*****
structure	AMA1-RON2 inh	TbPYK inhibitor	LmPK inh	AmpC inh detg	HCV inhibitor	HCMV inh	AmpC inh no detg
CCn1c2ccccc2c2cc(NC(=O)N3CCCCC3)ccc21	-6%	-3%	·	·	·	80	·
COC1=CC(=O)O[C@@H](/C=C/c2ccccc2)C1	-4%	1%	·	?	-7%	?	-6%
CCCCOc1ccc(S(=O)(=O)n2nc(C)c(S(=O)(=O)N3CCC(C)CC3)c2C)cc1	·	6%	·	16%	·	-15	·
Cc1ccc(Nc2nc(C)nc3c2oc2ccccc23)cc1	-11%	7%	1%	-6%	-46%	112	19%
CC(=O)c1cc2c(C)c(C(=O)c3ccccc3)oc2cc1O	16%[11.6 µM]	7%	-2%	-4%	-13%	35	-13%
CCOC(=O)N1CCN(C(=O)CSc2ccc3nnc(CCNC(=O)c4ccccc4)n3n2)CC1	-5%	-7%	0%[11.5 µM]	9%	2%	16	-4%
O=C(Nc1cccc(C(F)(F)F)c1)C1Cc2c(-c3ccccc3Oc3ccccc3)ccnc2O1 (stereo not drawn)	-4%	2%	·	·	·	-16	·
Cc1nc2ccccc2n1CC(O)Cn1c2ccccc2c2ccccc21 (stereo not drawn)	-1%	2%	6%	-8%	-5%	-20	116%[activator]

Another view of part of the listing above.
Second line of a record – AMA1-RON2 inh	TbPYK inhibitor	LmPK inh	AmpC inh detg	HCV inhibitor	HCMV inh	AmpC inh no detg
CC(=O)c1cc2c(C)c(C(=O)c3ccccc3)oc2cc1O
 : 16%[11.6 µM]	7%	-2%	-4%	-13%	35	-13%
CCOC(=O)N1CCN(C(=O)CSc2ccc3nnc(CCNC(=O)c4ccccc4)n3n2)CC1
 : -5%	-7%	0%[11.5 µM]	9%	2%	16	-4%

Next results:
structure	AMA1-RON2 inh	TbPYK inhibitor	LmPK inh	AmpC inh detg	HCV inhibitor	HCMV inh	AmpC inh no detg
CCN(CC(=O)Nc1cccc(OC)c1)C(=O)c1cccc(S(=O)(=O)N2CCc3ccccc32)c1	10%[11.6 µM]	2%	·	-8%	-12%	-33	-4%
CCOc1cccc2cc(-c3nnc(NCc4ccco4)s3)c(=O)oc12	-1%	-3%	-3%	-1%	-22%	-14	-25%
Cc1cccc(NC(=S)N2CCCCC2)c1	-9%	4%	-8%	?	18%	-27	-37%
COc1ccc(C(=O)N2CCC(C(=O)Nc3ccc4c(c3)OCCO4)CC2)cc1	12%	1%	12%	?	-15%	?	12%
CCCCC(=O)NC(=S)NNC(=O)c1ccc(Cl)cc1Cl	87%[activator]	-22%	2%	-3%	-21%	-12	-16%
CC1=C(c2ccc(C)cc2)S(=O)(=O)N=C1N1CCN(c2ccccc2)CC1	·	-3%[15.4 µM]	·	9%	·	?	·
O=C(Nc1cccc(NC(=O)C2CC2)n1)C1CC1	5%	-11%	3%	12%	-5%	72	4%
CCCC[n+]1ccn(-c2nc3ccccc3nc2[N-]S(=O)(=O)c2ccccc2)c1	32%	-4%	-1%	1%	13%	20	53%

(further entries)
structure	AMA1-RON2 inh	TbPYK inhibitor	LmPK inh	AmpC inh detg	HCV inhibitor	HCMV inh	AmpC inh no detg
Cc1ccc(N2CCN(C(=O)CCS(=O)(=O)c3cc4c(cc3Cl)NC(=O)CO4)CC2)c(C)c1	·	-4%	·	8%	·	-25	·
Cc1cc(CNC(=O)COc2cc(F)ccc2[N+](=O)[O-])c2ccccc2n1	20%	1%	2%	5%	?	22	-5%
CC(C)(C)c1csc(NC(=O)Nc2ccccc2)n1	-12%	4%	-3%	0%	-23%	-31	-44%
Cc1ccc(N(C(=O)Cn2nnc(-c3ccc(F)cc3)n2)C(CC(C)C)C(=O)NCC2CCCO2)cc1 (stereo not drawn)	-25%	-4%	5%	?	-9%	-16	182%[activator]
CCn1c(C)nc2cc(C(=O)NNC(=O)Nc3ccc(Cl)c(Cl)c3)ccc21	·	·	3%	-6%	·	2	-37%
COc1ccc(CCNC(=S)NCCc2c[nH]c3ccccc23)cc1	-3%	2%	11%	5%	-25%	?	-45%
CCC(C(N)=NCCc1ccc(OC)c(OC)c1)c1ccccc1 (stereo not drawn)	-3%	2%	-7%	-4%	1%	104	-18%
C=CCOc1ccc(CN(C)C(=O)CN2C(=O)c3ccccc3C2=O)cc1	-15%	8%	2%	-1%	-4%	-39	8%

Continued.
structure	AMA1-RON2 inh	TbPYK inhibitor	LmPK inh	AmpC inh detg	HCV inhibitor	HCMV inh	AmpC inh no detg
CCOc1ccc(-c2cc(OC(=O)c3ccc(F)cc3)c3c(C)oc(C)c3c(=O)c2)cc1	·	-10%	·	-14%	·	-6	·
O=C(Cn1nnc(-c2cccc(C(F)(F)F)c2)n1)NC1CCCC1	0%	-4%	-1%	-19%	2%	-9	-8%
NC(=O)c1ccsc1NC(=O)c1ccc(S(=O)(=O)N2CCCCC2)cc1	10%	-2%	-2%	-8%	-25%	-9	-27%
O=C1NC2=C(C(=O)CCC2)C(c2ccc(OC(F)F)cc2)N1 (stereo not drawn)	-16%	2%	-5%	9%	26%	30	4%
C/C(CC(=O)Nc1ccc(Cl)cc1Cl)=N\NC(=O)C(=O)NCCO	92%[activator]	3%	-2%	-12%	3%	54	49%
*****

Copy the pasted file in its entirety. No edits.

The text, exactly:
structure	AMA1-RON2 inh	TbPYK inhibitor	LmPK inh	AmpC inh detg	HCV inhibitor	HCMV inh	AmpC inh no detg
CCn1c2ccccc2c2cc(NC(=O)N3CCCCC3)ccc21	-6%	-3%	·	·	·	80	·
COC1=CC(=O)O[C@@H](/C=C/c2ccccc2)C1	-4%	1%	·	?	-7%	?	-6%
CCCCOc1ccc(S(=O)(=O)n2nc(C)c(S(=O)(=O)N3CCC(C)CC3)c2C)cc1	·	6%	·	16%	·	-15	·
Cc1ccc(Nc2nc(C)nc3c2oc2ccccc23)cc1	-11%	7%	1%	-6%	-46%	112	19%
CC(=O)c1cc2c(C)c(C(=O)c3ccccc3)oc2cc1O	16%[11.6 µM]	7%	-2%	-4%	-13%	35	-13%
CCOC(=O)N1CCN(C(=O)CSc2ccc3nnc(CCNC(=O)c4ccccc4)n3n2)CC1	-5%	-7%	0%[11.5 µM]	9%	2%	16	-4%
O=C(Nc1cccc(C(F)(F)F)c1)C1Cc2c(-c3ccccc3Oc3ccccc3)ccnc2O1 (stereo not drawn)	-4%	2%	·	·	·	-16	·
Cc1nc2ccccc2n1CC(O)Cn1c2ccccc2c2ccccc21 (stereo not drawn)	-1%	2%	6%	-8%	-5%	-20	116%[activator]

Another view of part of the listing above.
Second line of a record – AMA1-RON2 inh	TbPYK inhibitor	LmPK inh	AmpC inh detg	HCV inhibitor	HCMV inh	AmpC inh no detg
CC(=O)c1cc2c(C)c(C(=O)c3ccccc3)oc2cc1O
 : 16%[11.6 µM]	7%	-2%	-4%	-13%	35	-13%
CCOC(=O)N1CCN(C(=O)CSc2ccc3nnc(CCNC(=O)c4ccccc4)n3n2)CC1
 : -5%	-7%	0%[11.5 µM]	9%	2%	16	-4%

Next results:
structure	AMA1-RON2 inh	TbPYK inhibitor	LmPK inh	AmpC inh detg	HCV inhibitor	HCMV inh	AmpC inh no detg
CCN(CC(=O)Nc1cccc(OC)c1)C(=O)c1cccc(S(=O)(=O)N2CCc3ccccc32)c1	10%[11.6 µM]	2%	·	-8%	-12%	-33	-4%
CCOc1cccc2cc(-c3nnc(NCc4ccco4)s3)c(=O)oc12	-1%	-3%	-3%	-1%	-22%	-14	-25%
Cc1cccc(NC(=S)N2CCCCC2)c1	-9%	4%	-8%	?	18%	-27	-37%
COc1ccc(C(=O)N2CCC(C(=O)Nc3ccc4c(c3)OCCO4)CC2)cc1	12%	1%	12%	?	-15%	?	12%
CCCCC(=O)NC(=S)NNC(=O)c1ccc(Cl)cc1Cl	87%[activator]	-22%	2%	-3%	-21%	-12	-16%
CC1=C(c2ccc(C)cc2)S(=O)(=O)N=C1N1CCN(c2ccccc2)CC1	·	-3%[15.4 µM]	·	9%	·	?	·
O=C(Nc1cccc(NC(=O)C2CC2)n1)C1CC1	5%	-11%	3%	12%	-5%	72	4%
CCCC[n+]1ccn(-c2nc3ccccc3nc2[N-]S(=O)(=O)c2ccccc2)c1	32%	-4%	-1%	1%	13%	20	53%

(further entries)
structure	AMA1-RON2 inh	TbPYK inhibitor	LmPK inh	AmpC inh detg	HCV inhibitor	HCMV inh	AmpC inh no detg
Cc1ccc(N2CCN(C(=O)CCS(=O)(=O)c3cc4c(cc3Cl)NC(=O)CO4)CC2)c(C)c1	·	-4%	·	8%	·	-25	·
Cc1cc(CNC(=O)COc2cc(F)ccc2[N+](=O)[O-])c2ccccc2n1	20%	1%	2%	5%	?	22	-5%
CC(C)(C)c1csc(NC(=O)Nc2ccccc2)n1	-12%	4%	-3%	0%	-23%	-31	-44%
Cc1ccc(N(C(=O)Cn2nnc(-c3ccc(F)cc3)n2)C(CC(C)C)C(=O)NCC2CCCO2)cc1 (stereo not drawn)	-25%	-4%	5%	?	-9%	-16	182%[activator]
CCn1c(C)nc2cc(C(=O)NNC(=O)Nc3ccc(Cl)c(Cl)c3)ccc21	·	·	3%	-6%	·	2	-37%
COc1ccc(CCNC(=S)NCCc2c[nH]c3ccccc23)cc1	-3%	2%	11%	5%	-25%	?	-45%
CCC(C(N)=NCCc1ccc(OC)c(OC)c1)c1ccccc1 (stereo not drawn)	-3%	2%	-7%	-4%	1%	104	-18%
C=CCOc1ccc(CN(C)C(=O)CN2C(=O)c3ccccc3C2=O)cc1	-15%	8%	2%	-1%	-4%	-39	8%

Continued.
structure	AMA1-RON2 inh	TbPYK inhibitor	LmPK inh	AmpC inh detg	HCV inhibitor	HCMV inh	AmpC inh no detg
CCOc1ccc(-c2cc(OC(=O)c3ccc(F)cc3)c3c(C)oc(C)c3c(=O)c2)cc1	·	-10%	·	-14%	·	-6	·
O=C(Cn1nnc(-c2cccc(C(F)(F)F)c2)n1)NC1CCCC1	0%	-4%	-1%	-19%	2%	-9	-8%
NC(=O)c1ccsc1NC(=O)c1ccc(S(=O)(=O)N2CCCCC2)cc1	10%	-2%	-2%	-8%	-25%	-9	-27%
O=C1NC2=C(C(=O)CCC2)C(c2ccc(OC(F)F)cc2)N1 (stereo not drawn)	-16%	2%	-5%	9%	26%	30	4%
C/C(CC(=O)Nc1ccc(Cl)cc1Cl)=N\NC(=O)C(=O)NCCO	92%[activator]	3%	-2%	-12%	3%	54	49%